Learning to lead: Aspen Mountain Guide School tackles the PSIA exam


Stef Wojcik

AHS students prepare for their PSIA exam on the slopes.

The Aspen Mountain Guide School (AMGS) course aims to expand on this preparation by offering students the chance to gain various certifications related to outdoor recreation. Students are currently working towards their Professional Ski Instructor of America (PSIA) Level One certification and are scheduled to test for the certification at the end of the month.

Over the course of five days of preparation, students hoping to gain their PSIA certification train with PSIA examiners to prepare for the three day exam taking place on the 26th-28th of February. These training days are spent on the ski slopes instead of in the classroom, and students are tasked with learning how to instruct skiing Other skills taught include movement analysis and creating a ski day lesson plan tailored to said skier’s needs.

Brent Maiolo is a science teacher at AHS, as well as the coordinator and instructor of AMGS. His goal for AMGS is for students to gain real world experience and knowledge, and he believes that students do not only gain skiing related knowledge through the PSIA course, but people skills as well.

“The skills [gained in PSIA courses] are public relation and people skills. These students, once they’re certified, have to be able to take [a beginner skier] under their wing, make them feel safe, make them feel comfortable, as well as build a rapport, so that then they can teach these clients a new skill of skiing,” Maiolo said.

Edie Sherlock, a senior at AHS and a captain of the ski team, also sees a value in the PSIA course outside of simply having a certification.

“While part of [AMSG] is about receiving the certifications, it’s also about the knowledge and experience that comes with taking the courses. The PSIA course excites me because I have always been interested in giving back to the ski community by teaching, and so being able to participate in this certification will hopefully begin moving me along that path,” Sherlock said.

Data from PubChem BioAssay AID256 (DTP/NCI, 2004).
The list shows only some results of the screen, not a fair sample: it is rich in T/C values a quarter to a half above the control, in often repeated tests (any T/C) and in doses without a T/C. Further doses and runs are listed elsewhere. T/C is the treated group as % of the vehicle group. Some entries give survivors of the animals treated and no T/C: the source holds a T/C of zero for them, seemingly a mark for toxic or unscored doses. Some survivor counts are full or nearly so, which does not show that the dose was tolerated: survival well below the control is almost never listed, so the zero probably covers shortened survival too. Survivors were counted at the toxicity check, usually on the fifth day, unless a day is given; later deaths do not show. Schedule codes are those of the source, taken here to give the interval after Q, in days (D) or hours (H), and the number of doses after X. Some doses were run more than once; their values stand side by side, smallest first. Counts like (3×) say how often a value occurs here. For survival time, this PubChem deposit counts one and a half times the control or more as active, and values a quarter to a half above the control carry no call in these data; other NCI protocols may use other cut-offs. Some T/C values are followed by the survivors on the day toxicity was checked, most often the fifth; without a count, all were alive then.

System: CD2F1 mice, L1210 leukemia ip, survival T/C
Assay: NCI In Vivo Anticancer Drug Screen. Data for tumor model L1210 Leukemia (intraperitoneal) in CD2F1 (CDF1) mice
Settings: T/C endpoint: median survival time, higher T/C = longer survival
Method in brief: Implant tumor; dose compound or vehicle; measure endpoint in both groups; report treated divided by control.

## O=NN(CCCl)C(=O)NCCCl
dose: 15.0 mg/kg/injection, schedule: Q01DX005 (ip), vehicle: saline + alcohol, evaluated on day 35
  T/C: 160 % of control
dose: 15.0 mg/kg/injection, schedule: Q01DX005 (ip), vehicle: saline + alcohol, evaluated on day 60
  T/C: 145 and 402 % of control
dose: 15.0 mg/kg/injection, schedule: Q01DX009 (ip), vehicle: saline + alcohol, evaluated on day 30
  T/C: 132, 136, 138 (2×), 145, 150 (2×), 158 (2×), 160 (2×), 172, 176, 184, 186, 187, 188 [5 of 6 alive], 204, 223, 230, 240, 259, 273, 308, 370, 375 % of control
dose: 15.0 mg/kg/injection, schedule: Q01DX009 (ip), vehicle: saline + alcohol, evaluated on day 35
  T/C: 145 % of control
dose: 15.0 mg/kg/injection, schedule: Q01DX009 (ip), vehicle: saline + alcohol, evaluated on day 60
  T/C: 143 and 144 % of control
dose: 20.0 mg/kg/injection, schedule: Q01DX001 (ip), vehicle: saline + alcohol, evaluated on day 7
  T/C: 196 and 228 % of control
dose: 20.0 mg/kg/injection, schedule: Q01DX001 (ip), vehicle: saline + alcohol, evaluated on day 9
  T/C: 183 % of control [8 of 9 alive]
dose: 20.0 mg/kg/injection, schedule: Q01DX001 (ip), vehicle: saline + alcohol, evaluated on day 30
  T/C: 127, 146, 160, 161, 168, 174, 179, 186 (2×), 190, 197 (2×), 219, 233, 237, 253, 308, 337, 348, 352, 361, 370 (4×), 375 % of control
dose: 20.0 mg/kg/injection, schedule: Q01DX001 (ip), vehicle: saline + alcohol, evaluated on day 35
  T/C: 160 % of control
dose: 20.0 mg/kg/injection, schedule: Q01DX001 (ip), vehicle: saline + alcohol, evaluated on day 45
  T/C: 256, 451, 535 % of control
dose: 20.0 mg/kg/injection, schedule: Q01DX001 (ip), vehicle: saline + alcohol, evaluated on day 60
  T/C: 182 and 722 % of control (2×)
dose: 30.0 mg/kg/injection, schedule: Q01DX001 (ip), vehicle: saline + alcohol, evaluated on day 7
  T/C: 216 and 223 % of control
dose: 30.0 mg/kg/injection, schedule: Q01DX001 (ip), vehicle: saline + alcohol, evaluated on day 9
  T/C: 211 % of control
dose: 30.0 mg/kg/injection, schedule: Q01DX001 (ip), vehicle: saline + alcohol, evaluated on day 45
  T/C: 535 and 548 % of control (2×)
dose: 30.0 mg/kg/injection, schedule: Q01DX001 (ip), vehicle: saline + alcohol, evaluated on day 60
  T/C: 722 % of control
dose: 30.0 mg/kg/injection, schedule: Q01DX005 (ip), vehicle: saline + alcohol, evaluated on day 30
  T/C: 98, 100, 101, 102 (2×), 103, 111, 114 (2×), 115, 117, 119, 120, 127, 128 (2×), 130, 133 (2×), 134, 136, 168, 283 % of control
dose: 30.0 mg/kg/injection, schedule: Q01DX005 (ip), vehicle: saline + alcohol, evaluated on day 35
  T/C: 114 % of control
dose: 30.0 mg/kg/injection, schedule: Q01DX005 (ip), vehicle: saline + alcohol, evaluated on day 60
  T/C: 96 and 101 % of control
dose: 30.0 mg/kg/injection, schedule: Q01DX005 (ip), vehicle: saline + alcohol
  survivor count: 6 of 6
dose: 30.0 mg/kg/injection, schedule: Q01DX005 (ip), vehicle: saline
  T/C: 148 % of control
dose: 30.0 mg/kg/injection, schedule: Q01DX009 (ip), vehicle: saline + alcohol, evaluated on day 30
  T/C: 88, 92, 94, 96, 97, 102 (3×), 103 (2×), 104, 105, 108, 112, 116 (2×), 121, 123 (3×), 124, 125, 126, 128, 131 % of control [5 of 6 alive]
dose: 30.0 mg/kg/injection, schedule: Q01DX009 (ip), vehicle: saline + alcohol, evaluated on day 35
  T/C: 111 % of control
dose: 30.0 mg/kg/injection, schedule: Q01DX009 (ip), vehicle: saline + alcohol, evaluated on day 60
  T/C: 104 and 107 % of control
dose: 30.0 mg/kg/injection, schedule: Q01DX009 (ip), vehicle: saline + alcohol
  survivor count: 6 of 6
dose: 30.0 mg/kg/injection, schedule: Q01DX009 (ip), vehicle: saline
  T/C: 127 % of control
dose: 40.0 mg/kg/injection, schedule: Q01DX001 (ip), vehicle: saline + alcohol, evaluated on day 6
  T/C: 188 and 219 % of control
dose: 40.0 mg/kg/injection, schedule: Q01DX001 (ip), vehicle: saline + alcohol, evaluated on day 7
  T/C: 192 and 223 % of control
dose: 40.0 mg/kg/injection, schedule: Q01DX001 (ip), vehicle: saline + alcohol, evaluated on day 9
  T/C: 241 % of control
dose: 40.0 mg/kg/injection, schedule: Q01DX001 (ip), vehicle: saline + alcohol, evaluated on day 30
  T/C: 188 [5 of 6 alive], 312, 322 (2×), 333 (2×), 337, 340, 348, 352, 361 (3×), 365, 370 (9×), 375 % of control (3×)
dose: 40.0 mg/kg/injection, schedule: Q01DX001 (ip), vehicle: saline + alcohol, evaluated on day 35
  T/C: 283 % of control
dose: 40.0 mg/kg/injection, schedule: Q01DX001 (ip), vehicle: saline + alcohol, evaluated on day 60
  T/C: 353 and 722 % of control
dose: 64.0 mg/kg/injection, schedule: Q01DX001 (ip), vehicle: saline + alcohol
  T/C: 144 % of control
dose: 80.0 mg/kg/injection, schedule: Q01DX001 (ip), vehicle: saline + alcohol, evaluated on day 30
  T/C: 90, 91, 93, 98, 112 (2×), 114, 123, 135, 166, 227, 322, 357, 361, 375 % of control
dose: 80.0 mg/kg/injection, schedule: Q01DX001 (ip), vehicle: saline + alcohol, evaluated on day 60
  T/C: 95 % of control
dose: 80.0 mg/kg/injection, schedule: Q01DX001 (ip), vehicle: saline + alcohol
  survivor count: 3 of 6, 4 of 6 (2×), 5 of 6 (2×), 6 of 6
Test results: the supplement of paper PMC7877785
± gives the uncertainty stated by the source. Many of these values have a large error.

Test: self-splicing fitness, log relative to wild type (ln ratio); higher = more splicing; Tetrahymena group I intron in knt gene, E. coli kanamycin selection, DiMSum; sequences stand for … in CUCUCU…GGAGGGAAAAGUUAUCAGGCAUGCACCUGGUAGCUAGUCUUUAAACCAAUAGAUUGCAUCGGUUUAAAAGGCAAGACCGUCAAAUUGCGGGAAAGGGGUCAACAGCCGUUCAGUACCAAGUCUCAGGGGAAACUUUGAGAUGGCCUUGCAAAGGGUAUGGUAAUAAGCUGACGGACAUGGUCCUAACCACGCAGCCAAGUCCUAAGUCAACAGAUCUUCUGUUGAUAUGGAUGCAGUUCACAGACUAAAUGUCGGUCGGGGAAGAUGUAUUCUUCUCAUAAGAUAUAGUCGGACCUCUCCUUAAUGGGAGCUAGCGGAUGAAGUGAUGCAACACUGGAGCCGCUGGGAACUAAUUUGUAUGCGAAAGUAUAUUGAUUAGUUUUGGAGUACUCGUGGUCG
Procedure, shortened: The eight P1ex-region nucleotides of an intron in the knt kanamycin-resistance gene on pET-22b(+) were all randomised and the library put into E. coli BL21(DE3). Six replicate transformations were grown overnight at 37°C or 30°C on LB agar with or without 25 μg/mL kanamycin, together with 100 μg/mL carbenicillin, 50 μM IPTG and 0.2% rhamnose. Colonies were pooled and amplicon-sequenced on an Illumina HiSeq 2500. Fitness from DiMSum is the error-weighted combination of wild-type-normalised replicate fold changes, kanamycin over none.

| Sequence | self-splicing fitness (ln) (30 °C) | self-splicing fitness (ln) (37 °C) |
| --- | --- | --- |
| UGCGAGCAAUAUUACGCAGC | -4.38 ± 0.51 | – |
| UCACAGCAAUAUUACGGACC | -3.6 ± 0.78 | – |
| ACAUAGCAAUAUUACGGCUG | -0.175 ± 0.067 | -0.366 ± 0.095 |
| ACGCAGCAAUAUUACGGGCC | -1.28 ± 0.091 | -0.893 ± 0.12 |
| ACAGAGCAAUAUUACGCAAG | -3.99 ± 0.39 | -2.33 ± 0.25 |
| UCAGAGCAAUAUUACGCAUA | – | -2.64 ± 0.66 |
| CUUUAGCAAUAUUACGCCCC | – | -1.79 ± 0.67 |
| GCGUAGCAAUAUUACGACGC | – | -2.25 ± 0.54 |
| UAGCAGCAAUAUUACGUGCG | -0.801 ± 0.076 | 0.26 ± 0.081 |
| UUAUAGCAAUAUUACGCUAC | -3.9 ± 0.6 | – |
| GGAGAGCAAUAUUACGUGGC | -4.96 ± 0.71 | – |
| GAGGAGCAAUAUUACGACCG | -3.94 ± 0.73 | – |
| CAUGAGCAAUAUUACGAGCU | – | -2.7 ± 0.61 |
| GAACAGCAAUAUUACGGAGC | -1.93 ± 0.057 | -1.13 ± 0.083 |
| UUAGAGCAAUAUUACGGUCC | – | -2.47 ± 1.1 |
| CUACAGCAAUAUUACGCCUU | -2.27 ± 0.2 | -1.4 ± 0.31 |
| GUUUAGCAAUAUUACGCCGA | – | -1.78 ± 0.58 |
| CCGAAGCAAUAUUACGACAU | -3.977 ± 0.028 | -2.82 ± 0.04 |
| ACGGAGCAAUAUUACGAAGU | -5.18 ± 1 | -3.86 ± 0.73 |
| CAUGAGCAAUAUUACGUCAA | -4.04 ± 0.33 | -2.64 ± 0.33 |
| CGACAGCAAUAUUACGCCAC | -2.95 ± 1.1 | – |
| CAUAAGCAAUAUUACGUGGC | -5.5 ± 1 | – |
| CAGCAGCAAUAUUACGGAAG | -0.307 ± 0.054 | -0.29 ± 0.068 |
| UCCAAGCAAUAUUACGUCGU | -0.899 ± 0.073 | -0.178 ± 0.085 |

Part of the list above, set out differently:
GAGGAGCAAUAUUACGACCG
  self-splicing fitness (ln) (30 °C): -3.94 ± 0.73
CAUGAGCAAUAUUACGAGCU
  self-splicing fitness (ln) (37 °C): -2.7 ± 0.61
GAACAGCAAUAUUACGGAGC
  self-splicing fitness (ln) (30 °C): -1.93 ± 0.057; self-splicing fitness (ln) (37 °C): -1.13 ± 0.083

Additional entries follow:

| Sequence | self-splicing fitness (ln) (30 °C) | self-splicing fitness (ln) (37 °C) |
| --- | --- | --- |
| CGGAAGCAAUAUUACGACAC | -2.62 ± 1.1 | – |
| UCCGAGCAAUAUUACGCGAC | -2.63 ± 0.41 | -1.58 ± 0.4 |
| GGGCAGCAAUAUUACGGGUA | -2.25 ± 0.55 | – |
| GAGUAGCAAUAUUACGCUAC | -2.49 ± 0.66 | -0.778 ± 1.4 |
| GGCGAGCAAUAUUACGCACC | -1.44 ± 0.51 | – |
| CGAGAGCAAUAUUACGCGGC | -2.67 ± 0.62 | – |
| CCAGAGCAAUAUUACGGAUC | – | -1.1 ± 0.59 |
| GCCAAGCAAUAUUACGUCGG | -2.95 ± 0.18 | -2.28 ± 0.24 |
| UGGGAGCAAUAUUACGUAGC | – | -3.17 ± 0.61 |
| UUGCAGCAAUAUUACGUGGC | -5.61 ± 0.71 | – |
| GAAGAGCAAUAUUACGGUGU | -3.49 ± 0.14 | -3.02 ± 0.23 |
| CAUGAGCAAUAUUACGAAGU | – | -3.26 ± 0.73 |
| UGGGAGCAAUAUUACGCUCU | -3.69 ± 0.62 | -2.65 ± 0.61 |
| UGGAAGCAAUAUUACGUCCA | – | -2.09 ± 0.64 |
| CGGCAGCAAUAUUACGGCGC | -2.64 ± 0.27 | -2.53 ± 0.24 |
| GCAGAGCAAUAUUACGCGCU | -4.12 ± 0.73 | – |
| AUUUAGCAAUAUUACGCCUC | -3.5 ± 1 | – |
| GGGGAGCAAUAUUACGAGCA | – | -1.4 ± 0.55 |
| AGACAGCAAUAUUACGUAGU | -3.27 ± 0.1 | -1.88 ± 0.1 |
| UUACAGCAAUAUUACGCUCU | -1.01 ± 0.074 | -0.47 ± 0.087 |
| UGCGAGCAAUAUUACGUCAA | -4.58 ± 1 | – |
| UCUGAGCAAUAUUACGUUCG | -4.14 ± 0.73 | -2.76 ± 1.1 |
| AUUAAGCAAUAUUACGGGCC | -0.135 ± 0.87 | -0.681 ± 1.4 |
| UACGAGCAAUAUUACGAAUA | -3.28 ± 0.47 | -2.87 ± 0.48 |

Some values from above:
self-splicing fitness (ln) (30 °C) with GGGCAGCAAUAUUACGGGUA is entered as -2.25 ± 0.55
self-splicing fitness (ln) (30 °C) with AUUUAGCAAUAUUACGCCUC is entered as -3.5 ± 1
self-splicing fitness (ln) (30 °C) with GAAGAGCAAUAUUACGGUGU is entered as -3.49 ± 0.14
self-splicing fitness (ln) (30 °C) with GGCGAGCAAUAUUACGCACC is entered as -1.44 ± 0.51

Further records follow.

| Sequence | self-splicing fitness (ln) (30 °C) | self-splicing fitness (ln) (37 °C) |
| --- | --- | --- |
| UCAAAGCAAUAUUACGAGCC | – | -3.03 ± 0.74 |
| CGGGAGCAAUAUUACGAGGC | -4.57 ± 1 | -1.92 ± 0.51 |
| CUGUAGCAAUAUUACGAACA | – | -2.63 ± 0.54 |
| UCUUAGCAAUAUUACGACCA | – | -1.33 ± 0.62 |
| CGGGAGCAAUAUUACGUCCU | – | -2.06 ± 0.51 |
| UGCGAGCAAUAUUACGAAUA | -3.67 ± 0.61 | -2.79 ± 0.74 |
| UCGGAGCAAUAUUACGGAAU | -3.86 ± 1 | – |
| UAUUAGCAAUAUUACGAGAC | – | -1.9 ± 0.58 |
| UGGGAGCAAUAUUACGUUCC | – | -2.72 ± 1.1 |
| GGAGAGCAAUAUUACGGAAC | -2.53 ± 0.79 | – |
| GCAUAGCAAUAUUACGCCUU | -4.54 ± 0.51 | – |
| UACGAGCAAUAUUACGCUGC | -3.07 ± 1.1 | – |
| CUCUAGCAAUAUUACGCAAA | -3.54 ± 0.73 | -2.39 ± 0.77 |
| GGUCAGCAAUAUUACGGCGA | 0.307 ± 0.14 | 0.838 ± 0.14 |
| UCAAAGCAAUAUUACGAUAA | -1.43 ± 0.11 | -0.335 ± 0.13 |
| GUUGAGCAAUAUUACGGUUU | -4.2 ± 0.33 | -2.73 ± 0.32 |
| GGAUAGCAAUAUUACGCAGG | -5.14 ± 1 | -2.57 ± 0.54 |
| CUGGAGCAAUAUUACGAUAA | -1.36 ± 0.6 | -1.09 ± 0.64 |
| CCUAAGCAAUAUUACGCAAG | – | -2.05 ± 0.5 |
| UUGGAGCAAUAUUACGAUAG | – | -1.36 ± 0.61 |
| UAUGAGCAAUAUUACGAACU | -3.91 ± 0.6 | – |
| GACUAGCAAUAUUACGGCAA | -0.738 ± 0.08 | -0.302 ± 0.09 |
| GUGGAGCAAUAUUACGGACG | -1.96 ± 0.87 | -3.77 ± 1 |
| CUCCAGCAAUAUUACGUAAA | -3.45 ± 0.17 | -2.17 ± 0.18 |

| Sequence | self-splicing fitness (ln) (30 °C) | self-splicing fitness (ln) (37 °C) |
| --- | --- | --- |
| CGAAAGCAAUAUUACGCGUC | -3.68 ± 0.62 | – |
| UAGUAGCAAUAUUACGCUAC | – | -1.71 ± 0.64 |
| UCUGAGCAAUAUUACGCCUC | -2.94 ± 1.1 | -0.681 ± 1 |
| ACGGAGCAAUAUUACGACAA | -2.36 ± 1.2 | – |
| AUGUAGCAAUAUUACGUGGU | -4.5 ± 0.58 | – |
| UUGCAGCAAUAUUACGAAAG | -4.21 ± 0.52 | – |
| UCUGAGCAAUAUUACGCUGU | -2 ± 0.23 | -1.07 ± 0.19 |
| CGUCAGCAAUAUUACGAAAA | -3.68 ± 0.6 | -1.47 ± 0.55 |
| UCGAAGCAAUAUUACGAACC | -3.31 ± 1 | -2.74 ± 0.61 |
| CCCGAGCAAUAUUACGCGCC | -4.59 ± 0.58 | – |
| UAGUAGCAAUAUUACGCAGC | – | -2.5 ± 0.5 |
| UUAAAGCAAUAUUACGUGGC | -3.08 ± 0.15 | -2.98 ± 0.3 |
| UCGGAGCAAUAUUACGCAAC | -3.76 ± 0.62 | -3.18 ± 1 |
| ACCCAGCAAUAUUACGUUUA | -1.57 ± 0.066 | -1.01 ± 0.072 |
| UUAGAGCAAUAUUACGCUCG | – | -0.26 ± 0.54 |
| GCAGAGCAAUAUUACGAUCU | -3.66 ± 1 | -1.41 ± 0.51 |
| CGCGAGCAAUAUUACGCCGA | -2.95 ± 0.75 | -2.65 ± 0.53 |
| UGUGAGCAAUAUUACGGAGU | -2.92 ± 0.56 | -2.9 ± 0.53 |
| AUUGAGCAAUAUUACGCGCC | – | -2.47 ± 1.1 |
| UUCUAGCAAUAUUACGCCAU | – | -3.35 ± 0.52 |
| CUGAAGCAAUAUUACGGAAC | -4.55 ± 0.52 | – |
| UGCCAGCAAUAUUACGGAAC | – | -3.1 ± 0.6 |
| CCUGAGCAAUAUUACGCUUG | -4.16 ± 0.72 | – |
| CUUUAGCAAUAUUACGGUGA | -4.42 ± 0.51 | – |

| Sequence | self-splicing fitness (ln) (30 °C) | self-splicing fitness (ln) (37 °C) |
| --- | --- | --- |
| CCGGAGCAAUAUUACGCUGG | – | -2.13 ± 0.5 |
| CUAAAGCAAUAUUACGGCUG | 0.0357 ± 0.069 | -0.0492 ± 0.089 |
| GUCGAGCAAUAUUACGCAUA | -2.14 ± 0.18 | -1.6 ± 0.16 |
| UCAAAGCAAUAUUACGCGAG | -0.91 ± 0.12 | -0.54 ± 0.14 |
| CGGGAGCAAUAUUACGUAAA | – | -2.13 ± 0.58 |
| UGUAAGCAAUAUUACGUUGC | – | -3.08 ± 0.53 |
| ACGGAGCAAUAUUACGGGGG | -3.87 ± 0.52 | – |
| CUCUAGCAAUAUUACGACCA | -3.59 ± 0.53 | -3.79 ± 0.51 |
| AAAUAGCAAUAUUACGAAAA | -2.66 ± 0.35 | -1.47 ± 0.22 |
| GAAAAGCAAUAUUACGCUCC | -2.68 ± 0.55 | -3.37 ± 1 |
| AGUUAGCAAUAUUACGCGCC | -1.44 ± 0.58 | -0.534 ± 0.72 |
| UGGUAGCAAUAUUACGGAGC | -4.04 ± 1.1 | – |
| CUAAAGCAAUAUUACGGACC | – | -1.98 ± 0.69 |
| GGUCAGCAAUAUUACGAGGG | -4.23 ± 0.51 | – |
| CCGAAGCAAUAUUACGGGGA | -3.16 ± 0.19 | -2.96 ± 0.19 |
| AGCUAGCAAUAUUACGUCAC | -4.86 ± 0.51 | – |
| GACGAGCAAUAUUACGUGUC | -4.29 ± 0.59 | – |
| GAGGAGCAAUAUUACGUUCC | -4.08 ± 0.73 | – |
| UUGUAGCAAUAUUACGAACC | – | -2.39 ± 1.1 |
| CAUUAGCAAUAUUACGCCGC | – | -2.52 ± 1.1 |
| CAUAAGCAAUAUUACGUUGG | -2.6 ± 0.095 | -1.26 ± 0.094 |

As the exams loom closer, students in the course are reflecting on all they have learned. Christain Kelly, another senior at AHS, feels ready for the exam and believes he has grown as a skier during PSIA training.

“It is good to slow down and break down our skiing as it has helped us become better skiers fundamentally. I’m not unfamiliar with these fundamentals, being a ski racer, but it was interesting to revisit these basics from the perspective of a teacher rather than a skier/learner,” Kelly said.

Seeing skiing from a new perspective is a large portion of the PSIA course, as is seeing hard work in the PSIA course pay off almost immediately in a certification which is different from how most other high school courses end.

“I think especially for a teenager, this certification is nice. You study these skills, you pass this test, and now you’re ready to go. So I think I’ve noticed that the most inspiring thing for the students is just the immediate satisfaction of learning these skills,” Maiolo said.

This opportunity to develop real world talents would not be as widely accessible without the help of the Karl Severson Foundation grant. This grant, donated in memory of Snowmass local and former AHS student Karl Severson, is aimed at financially supporting local youth who are striving to achieve a future in the ski industry. The foundation helps supplement the cost of the PSIA course and examination for students in AMGS, opening doors for those who want to have fun and learn how to coach skiing with all financial backgrounds.

Moving forward, the AMGS students will complete the three day PSIA examination, then move on to preparing for their AIARE Avalanche Level 1 certification. AHS Student and senior Meghann Smiddy has enjoyed her PSIA experience, and is looking forward to the next steps in the AMSG curriculum.

“I enjoy this class because it is a great experience and because I’ve learned a lot of life skills,” Smiddy said.